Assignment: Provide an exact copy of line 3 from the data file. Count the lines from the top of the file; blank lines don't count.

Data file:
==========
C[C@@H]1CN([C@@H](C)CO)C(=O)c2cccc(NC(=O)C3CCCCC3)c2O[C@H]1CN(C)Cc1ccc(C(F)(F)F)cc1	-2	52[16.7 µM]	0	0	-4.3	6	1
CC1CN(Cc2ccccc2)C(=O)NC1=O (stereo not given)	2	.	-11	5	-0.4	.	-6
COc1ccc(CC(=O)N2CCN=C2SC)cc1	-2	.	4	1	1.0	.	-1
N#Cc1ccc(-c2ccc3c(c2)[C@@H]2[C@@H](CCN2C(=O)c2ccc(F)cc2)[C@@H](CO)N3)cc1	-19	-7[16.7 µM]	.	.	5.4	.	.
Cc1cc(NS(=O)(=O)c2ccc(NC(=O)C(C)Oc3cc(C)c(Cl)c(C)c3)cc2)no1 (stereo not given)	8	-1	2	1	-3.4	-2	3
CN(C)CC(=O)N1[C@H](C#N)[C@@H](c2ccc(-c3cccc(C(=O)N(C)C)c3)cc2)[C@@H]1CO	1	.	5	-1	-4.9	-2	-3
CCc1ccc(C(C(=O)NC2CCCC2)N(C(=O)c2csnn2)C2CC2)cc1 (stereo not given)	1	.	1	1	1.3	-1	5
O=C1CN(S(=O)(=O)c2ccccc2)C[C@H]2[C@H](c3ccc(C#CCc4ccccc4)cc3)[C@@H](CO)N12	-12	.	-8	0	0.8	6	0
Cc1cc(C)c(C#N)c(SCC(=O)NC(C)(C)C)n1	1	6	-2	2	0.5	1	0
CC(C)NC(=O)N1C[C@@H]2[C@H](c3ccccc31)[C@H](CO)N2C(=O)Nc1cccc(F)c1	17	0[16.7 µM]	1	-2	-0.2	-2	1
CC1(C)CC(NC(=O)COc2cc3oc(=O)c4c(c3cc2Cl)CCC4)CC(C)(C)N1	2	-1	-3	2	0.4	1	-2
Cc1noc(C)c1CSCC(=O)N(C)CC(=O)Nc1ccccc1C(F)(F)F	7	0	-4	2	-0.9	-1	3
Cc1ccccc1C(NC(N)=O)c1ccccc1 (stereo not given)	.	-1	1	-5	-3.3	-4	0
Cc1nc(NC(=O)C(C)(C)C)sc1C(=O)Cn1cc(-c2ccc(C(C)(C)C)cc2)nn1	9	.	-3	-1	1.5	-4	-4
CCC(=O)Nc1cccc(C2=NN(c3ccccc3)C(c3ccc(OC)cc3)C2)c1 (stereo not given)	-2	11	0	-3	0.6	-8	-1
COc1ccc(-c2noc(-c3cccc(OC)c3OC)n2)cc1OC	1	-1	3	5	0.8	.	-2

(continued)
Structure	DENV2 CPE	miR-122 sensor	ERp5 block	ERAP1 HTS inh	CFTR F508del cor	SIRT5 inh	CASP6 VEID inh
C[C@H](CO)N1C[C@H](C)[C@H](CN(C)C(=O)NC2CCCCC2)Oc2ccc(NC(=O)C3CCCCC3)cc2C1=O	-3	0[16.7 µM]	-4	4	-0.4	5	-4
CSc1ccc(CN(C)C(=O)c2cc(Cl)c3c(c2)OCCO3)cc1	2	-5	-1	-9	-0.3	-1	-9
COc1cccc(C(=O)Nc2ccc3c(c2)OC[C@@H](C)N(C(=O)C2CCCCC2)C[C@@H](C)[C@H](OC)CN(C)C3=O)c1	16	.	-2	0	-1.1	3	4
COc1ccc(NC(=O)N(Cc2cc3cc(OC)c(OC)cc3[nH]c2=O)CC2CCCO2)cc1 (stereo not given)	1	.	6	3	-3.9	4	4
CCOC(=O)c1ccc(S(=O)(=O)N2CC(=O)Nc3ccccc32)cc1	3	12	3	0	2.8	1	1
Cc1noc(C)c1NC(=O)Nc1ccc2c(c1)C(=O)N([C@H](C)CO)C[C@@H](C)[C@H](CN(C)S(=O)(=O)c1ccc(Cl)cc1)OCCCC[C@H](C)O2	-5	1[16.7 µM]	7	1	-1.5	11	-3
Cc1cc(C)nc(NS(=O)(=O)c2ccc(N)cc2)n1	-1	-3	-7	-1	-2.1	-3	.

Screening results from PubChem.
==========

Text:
COc1ccc(CC(=O)N2CCN=C2SC)cc1	-2	.	4	1	1.0	.	-1